These barely identified helpers represent so much more than just a fleeting feeling of communion in a dramatic story turn. After all the credits have rolled, after you’re safe knowing that 2B and 9S get to live, after all the goofy robots and the deserts and the moose living among ruined skyscrapers have faded away into the background, Nier: Automata lets you make one last choice. It asks you if you’re willing to delete your game. The moment isn’t dramatic. There isn’t a choral swell in the soundtrack or a spectacular light show, like during the climactic shoot out. There’s simple narration, in the voice of one of the Pods, and plain text on screen not dissimilar to every other menu you’ve used. Nier just wants to know if you’re willing to give up dozens of hours of play—all the optional vignettes you chased, the weapons you collected, your access to the many corners of this tale and its almost empty Earth—in order to help someone else finish the game.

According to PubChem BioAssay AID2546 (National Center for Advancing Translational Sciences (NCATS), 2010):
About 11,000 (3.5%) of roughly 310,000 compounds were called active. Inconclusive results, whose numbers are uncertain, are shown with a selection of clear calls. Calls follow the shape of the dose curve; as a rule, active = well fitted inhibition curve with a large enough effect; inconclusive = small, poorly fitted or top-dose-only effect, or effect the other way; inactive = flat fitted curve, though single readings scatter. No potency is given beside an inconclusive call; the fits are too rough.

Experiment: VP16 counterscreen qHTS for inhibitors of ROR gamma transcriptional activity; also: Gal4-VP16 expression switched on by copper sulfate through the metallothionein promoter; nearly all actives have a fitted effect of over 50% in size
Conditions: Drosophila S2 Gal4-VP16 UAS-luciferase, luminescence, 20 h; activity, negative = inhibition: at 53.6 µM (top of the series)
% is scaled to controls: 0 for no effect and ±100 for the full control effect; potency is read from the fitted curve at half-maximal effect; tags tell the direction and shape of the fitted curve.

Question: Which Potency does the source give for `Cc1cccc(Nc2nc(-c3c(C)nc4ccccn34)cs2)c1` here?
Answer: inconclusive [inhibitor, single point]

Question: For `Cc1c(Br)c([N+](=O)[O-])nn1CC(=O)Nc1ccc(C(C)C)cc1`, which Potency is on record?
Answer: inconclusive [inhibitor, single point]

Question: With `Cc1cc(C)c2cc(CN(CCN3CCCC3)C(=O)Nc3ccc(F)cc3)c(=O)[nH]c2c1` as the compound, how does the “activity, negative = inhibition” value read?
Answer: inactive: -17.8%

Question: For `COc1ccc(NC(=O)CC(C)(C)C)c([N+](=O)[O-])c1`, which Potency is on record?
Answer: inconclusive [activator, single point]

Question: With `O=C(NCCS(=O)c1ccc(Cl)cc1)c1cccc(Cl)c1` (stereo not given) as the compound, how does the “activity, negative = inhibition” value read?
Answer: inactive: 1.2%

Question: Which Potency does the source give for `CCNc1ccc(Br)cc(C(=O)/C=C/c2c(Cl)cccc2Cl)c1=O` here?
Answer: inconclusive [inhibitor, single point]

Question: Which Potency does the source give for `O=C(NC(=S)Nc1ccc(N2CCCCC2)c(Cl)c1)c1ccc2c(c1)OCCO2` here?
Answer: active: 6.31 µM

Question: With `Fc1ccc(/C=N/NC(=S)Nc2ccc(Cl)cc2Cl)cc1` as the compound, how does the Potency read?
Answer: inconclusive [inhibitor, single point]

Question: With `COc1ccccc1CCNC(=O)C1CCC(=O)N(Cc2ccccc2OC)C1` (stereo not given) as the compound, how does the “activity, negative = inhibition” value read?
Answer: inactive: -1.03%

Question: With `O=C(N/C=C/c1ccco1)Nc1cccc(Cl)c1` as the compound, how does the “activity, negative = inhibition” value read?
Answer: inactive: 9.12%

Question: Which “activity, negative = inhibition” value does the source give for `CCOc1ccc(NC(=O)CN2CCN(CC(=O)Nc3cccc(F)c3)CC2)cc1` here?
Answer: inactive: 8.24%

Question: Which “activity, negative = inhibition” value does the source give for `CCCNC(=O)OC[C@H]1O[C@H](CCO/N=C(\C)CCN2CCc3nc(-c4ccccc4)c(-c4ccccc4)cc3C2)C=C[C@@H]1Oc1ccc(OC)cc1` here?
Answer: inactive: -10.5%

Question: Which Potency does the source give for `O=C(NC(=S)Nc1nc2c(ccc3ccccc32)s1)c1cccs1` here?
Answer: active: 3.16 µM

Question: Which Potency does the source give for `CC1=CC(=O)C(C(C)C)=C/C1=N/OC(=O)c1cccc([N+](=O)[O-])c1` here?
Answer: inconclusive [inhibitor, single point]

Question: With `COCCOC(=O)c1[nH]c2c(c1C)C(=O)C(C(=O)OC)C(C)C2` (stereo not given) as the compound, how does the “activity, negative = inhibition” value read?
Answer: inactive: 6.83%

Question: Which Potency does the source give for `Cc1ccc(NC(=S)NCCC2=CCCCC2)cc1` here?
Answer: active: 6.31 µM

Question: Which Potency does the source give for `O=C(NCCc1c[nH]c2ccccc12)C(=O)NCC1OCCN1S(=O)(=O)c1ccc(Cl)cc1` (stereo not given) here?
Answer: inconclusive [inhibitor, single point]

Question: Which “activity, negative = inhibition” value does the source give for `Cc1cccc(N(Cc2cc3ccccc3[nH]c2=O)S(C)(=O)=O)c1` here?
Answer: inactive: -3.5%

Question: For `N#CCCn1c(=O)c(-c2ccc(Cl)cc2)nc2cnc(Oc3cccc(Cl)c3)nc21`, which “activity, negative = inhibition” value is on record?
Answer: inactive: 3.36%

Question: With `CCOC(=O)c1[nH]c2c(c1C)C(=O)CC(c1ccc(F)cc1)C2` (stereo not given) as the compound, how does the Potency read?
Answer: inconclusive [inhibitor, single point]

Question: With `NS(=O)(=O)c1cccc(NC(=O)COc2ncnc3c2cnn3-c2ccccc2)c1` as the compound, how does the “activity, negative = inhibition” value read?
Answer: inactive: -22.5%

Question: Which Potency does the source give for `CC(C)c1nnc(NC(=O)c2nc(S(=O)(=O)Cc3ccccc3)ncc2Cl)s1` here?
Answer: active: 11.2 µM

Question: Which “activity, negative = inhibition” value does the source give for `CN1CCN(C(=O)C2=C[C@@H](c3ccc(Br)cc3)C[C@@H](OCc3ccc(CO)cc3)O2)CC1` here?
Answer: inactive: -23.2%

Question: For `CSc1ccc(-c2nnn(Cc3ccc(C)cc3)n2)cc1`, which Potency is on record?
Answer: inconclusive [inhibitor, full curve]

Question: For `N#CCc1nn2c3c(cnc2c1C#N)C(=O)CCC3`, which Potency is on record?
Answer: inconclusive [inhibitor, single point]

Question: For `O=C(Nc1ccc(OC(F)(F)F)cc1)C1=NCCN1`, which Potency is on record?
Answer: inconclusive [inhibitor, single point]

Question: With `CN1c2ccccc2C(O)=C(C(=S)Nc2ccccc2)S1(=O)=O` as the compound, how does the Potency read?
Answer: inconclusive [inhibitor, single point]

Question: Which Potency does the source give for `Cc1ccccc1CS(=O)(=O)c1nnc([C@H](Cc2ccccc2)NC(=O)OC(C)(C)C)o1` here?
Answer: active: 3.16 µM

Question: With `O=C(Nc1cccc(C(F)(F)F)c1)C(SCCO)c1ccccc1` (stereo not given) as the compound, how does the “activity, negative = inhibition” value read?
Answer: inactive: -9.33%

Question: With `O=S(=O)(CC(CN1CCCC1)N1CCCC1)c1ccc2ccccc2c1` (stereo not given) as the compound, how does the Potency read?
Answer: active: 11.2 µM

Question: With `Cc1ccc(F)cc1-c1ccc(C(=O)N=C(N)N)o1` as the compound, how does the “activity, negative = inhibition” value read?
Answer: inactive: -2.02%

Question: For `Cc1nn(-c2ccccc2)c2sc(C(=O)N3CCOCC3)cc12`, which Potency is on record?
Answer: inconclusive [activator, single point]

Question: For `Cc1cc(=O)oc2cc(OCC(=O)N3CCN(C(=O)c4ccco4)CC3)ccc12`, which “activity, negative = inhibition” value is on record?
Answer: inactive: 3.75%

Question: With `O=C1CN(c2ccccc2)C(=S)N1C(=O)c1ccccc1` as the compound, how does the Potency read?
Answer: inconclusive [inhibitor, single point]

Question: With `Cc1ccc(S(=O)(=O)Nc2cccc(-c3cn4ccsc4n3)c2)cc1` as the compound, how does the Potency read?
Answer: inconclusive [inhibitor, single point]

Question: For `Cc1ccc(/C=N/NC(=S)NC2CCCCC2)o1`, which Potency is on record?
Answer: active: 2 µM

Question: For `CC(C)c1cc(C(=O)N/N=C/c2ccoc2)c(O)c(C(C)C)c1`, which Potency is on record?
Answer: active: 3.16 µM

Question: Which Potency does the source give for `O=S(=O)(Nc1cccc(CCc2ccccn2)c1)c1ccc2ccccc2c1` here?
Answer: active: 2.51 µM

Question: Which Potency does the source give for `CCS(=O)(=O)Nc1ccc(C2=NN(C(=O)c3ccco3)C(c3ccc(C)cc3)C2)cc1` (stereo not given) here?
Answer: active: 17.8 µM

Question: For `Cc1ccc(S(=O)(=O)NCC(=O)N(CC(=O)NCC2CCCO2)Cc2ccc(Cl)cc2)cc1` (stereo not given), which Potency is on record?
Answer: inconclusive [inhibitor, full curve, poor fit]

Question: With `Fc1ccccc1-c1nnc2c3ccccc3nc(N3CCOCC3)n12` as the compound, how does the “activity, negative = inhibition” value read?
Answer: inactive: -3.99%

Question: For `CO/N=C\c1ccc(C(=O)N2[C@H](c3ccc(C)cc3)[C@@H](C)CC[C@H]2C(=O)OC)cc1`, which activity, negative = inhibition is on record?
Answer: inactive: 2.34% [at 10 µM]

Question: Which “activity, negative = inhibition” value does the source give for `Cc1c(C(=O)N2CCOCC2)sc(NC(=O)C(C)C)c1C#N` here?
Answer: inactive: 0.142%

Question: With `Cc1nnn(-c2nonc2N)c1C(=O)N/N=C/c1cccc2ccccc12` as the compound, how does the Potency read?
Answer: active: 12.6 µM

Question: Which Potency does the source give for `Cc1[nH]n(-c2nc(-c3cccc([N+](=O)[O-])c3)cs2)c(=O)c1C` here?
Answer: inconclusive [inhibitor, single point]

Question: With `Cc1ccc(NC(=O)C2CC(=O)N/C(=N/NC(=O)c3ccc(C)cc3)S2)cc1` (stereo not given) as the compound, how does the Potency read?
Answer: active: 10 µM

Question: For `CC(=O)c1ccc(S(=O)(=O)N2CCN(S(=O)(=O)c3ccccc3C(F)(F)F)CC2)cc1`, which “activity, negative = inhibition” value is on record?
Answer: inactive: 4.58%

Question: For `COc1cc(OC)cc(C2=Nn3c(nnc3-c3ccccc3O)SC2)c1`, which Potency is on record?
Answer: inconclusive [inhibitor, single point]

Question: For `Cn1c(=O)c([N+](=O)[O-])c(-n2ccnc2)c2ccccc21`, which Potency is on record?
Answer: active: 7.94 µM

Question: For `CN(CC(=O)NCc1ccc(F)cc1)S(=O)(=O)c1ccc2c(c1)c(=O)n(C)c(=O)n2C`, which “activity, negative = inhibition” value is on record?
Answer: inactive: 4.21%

That choice is everything in Nier: Automata. This is the one death that matters, the death that gives both the story and its heroes the definition they deserve. In giving up your life built in the game, suddenly the player gets to share the existential plight of these characters. Automata is asking you to decide for yourself what the purpose of your time has been. Is the point to get every item, to see a “100%” marker, to have some kind of digital trophy sitting in an electronic box in perpetuity? Or is it recognizing that everything is impermanent, that your time with the story, like all of your time sparking, is limited and precious?
Nier: Automata doesn’t pass a value judgment on whatever choice you make. The game repeatedly stresses that there’s no hidden reward for sacrificing yourself, and no one else will know definitively that you chose to make the sacrifice. But in giving you the choice at all, Nier is elevated from a clever and earnest meditation on existentialism to a deeply personal exploration of what it means to have little time being anything at all. 2B and 9S get to have a life after you make that choice, and you’ll never get to see any of it; there’s no server waiting to back up their memories, no pointless war to wage, no traumatic need to forcefully perpetuate that war forever. They get to go on, your time ends, and it’s all worth it.